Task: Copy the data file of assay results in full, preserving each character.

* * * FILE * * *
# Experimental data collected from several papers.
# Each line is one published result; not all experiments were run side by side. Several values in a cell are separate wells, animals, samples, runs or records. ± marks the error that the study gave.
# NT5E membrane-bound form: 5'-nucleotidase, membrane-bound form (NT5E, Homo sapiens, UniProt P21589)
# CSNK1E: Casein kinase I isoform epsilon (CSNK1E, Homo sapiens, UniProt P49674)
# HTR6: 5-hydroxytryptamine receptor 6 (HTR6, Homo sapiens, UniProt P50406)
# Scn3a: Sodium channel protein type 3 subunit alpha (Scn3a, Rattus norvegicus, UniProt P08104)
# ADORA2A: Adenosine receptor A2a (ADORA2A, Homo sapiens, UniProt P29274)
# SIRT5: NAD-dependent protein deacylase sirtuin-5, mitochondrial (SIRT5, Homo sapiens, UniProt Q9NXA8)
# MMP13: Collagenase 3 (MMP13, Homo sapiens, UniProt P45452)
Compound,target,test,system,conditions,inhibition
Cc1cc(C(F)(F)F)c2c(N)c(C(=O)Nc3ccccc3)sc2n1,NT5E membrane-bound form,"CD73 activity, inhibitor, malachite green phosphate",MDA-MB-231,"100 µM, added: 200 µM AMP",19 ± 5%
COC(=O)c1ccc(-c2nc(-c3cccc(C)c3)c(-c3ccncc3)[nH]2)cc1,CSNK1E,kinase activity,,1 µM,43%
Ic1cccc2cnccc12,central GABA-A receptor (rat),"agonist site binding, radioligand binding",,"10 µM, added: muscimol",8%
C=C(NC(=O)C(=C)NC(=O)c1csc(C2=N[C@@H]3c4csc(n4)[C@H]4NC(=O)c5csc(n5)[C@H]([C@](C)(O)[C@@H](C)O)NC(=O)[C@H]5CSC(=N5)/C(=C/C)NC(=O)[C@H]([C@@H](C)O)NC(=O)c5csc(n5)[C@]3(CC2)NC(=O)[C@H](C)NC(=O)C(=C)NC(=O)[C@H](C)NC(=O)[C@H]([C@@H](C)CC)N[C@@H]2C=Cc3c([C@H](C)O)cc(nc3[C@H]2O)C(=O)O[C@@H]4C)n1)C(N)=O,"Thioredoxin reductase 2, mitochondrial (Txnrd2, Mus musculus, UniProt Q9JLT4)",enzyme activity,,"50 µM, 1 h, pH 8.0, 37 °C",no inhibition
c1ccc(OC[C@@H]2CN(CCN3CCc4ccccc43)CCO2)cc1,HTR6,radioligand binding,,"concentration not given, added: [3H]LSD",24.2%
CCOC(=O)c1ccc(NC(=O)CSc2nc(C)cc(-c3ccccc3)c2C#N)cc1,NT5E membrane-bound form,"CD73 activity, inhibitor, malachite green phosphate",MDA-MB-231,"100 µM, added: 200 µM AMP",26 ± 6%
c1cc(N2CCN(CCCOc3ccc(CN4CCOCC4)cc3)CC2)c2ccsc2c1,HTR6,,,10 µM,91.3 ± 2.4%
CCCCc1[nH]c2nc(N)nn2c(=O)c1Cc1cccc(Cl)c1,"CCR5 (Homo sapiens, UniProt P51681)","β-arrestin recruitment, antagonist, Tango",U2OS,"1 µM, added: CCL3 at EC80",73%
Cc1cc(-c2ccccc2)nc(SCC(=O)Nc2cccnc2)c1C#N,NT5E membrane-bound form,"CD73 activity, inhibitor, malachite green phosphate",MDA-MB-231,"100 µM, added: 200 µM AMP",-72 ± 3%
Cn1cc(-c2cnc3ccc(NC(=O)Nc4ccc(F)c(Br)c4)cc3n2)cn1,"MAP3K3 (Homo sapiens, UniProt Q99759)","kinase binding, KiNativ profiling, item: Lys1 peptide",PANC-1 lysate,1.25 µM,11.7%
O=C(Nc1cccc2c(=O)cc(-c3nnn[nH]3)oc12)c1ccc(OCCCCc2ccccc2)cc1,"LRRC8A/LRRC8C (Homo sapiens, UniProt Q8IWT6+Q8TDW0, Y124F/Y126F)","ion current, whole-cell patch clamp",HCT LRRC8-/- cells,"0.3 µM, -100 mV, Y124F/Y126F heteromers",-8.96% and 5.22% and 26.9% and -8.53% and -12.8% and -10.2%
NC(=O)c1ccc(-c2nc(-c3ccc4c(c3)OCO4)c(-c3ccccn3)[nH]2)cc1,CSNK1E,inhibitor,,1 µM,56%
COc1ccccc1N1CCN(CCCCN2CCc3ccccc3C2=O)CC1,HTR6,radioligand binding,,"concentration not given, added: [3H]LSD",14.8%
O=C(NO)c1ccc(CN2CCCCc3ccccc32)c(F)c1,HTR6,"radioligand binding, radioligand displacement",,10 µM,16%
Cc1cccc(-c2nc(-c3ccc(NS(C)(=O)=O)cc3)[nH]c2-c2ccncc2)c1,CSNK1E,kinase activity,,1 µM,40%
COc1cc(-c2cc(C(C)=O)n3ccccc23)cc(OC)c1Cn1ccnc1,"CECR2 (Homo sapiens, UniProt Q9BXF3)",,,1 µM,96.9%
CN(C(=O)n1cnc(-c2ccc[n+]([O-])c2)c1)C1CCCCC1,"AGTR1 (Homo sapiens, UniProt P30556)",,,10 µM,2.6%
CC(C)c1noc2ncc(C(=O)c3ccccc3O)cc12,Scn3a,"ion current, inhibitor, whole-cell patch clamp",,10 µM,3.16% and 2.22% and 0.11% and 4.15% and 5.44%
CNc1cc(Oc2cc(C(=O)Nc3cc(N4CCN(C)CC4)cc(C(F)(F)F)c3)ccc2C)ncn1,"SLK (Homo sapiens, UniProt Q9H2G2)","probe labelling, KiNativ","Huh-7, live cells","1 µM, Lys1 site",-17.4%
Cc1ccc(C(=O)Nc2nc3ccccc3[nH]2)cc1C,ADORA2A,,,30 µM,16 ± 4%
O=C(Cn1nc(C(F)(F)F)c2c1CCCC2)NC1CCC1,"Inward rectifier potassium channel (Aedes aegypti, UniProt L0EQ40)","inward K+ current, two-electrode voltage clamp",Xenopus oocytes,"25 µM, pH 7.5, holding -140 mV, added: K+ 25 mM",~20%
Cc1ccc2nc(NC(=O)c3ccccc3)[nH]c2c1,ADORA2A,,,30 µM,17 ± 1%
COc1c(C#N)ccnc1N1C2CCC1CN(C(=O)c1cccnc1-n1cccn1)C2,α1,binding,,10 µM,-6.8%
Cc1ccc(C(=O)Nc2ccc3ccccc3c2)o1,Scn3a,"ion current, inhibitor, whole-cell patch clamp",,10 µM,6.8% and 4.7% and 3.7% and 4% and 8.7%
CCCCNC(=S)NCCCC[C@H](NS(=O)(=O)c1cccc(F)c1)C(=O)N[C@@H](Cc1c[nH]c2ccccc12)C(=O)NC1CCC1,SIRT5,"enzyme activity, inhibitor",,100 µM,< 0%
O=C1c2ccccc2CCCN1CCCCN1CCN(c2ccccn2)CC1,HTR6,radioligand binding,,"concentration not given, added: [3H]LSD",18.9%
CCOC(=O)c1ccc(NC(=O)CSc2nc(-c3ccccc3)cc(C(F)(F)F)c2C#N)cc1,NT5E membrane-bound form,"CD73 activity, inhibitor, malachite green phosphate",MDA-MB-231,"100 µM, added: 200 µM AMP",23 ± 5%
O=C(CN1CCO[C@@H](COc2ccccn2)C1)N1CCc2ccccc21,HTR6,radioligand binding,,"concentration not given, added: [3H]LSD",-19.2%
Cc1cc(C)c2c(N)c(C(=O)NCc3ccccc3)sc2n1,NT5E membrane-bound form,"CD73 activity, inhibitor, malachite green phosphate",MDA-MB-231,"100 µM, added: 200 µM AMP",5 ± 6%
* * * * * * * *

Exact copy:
# Experimental data collected from several papers.
# Each line is one published result; not all experiments were run side by side. Several values in a cell are separate wells, animals, samples, runs or records. ± marks the error that the study gave.
# NT5E membrane-bound form: 5'-nucleotidase, membrane-bound form (NT5E, Homo sapiens, UniProt P21589)
# CSNK1E: Casein kinase I isoform epsilon (CSNK1E, Homo sapiens, UniProt P49674)
# HTR6: 5-hydroxytryptamine receptor 6 (HTR6, Homo sapiens, UniProt P50406)
# Scn3a: Sodium channel protein type 3 subunit alpha (Scn3a, Rattus norvegicus, UniProt P08104)
# ADORA2A: Adenosine receptor A2a (ADORA2A, Homo sapiens, UniProt P29274)
# SIRT5: NAD-dependent protein deacylase sirtuin-5, mitochondrial (SIRT5, Homo sapiens, UniProt Q9NXA8)
# MMP13: Collagenase 3 (MMP13, Homo sapiens, UniProt P45452)
Compound,target,test,system,conditions,inhibition
Cc1cc(C(F)(F)F)c2c(N)c(C(=O)Nc3ccccc3)sc2n1,NT5E membrane-bound form,"CD73 activity, inhibitor, malachite green phosphate",MDA-MB-231,"100 µM, added: 200 µM AMP",19 ± 5%
COC(=O)c1ccc(-c2nc(-c3cccc(C)c3)c(-c3ccncc3)[nH]2)cc1,CSNK1E,kinase activity,,1 µM,43%
Ic1cccc2cnccc12,central GABA-A receptor (rat),"agonist site binding, radioligand binding",,"10 µM, added: muscimol",8%
C=C(NC(=O)C(=C)NC(=O)c1csc(C2=N[C@@H]3c4csc(n4)[C@H]4NC(=O)c5csc(n5)[C@H]([C@](C)(O)[C@@H](C)O)NC(=O)[C@H]5CSC(=N5)/C(=C/C)NC(=O)[C@H]([C@@H](C)O)NC(=O)c5csc(n5)[C@]3(CC2)NC(=O)[C@H](C)NC(=O)C(=C)NC(=O)[C@H](C)NC(=O)[C@H]([C@@H](C)CC)N[C@@H]2C=Cc3c([C@H](C)O)cc(nc3[C@H]2O)C(=O)O[C@@H]4C)n1)C(N)=O,"Thioredoxin reductase 2, mitochondrial (Txnrd2, Mus musculus, UniProt Q9JLT4)",enzyme activity,,"50 µM, 1 h, pH 8.0, 37 °C",no inhibition
c1ccc(OC[C@@H]2CN(CCN3CCc4ccccc43)CCO2)cc1,HTR6,radioligand binding,,"concentration not given, added: [3H]LSD",24.2%
CCOC(=O)c1ccc(NC(=O)CSc2nc(C)cc(-c3ccccc3)c2C#N)cc1,NT5E membrane-bound form,"CD73 activity, inhibitor, malachite green phosphate",MDA-MB-231,"100 µM, added: 200 µM AMP",26 ± 6%
c1cc(N2CCN(CCCOc3ccc(CN4CCOCC4)cc3)CC2)c2ccsc2c1,HTR6,,,10 µM,91.3 ± 2.4%
CCCCc1[nH]c2nc(N)nn2c(=O)c1Cc1cccc(Cl)c1,"CCR5 (Homo sapiens, UniProt P51681)","β-arrestin recruitment, antagonist, Tango",U2OS,"1 µM, added: CCL3 at EC80",73%
Cc1cc(-c2ccccc2)nc(SCC(=O)Nc2cccnc2)c1C#N,NT5E membrane-bound form,"CD73 activity, inhibitor, malachite green phosphate",MDA-MB-231,"100 µM, added: 200 µM AMP",-72 ± 3%
Cn1cc(-c2cnc3ccc(NC(=O)Nc4ccc(F)c(Br)c4)cc3n2)cn1,"MAP3K3 (Homo sapiens, UniProt Q99759)","kinase binding, KiNativ profiling, item: Lys1 peptide",PANC-1 lysate,1.25 µM,11.7%
O=C(Nc1cccc2c(=O)cc(-c3nnn[nH]3)oc12)c1ccc(OCCCCc2ccccc2)cc1,"LRRC8A/LRRC8C (Homo sapiens, UniProt Q8IWT6+Q8TDW0, Y124F/Y126F)","ion current, whole-cell patch clamp",HCT LRRC8-/- cells,"0.3 µM, -100 mV, Y124F/Y126F heteromers",-8.96% and 5.22% and 26.9% and -8.53% and -12.8% and -10.2%
NC(=O)c1ccc(-c2nc(-c3ccc4c(c3)OCO4)c(-c3ccccn3)[nH]2)cc1,CSNK1E,inhibitor,,1 µM,56%
COc1ccccc1N1CCN(CCCCN2CCc3ccccc3C2=O)CC1,HTR6,radioligand binding,,"concentration not given, added: [3H]LSD",14.8%
O=C(NO)c1ccc(CN2CCCCc3ccccc32)c(F)c1,HTR6,"radioligand binding, radioligand displacement",,10 µM,16%
Cc1cccc(-c2nc(-c3ccc(NS(C)(=O)=O)cc3)[nH]c2-c2ccncc2)c1,CSNK1E,kinase activity,,1 µM,40%
COc1cc(-c2cc(C(C)=O)n3ccccc23)cc(OC)c1Cn1ccnc1,"CECR2 (Homo sapiens, UniProt Q9BXF3)",,,1 µM,96.9%
CN(C(=O)n1cnc(-c2ccc[n+]([O-])c2)c1)C1CCCCC1,"AGTR1 (Homo sapiens, UniProt P30556)",,,10 µM,2.6%
CC(C)c1noc2ncc(C(=O)c3ccccc3O)cc12,Scn3a,"ion current, inhibitor, whole-cell patch clamp",,10 µM,3.16% and 2.22% and 0.11% and 4.15% and 5.44%
CNc1cc(Oc2cc(C(=O)Nc3cc(N4CCN(C)CC4)cc(C(F)(F)F)c3)ccc2C)ncn1,"SLK (Homo sapiens, UniProt Q9H2G2)","probe labelling, KiNativ","Huh-7, live cells","1 µM, Lys1 site",-17.4%
Cc1ccc(C(=O)Nc2nc3ccccc3[nH]2)cc1C,ADORA2A,,,30 µM,16 ± 4%
O=C(Cn1nc(C(F)(F)F)c2c1CCCC2)NC1CCC1,"Inward rectifier potassium channel (Aedes aegypti, UniProt L0EQ40)","inward K+ current, two-electrode voltage clamp",Xenopus oocytes,"25 µM, pH 7.5, holding -140 mV, added: K+ 25 mM",~20%
Cc1ccc2nc(NC(=O)c3ccccc3)[nH]c2c1,ADORA2A,,,30 µM,17 ± 1%
COc1c(C#N)ccnc1N1C2CCC1CN(C(=O)c1cccnc1-n1cccn1)C2,α1,binding,,10 µM,-6.8%
Cc1ccc(C(=O)Nc2ccc3ccccc3c2)o1,Scn3a,"ion current, inhibitor, whole-cell patch clamp",,10 µM,6.8% and 4.7% and 3.7% and 4% and 8.7%
CCCCNC(=S)NCCCC[C@H](NS(=O)(=O)c1cccc(F)c1)C(=O)N[C@@H](Cc1c[nH]c2ccccc12)C(=O)NC1CCC1,SIRT5,"enzyme activity, inhibitor",,100 µM,< 0%
O=C1c2ccccc2CCCN1CCCCN1CCN(c2ccccn2)CC1,HTR6,radioligand binding,,"concentration not given, added: [3H]LSD",18.9%
CCOC(=O)c1ccc(NC(=O)CSc2nc(-c3ccccc3)cc(C(F)(F)F)c2C#N)cc1,NT5E membrane-bound form,"CD73 activity, inhibitor, malachite green phosphate",MDA-MB-231,"100 µM, added: 200 µM AMP",23 ± 5%
O=C(CN1CCO[C@@H](COc2ccccn2)C1)N1CCc2ccccc21,HTR6,radioligand binding,,"concentration not given, added: [3H]LSD",-19.2%
Cc1cc(C)c2c(N)c(C(=O)NCc3ccccc3)sc2n1,NT5E membrane-bound form,"CD73 activity, inhibitor, malachite green phosphate",MDA-MB-231,"100 µM, added: 200 µM AMP",5 ± 6%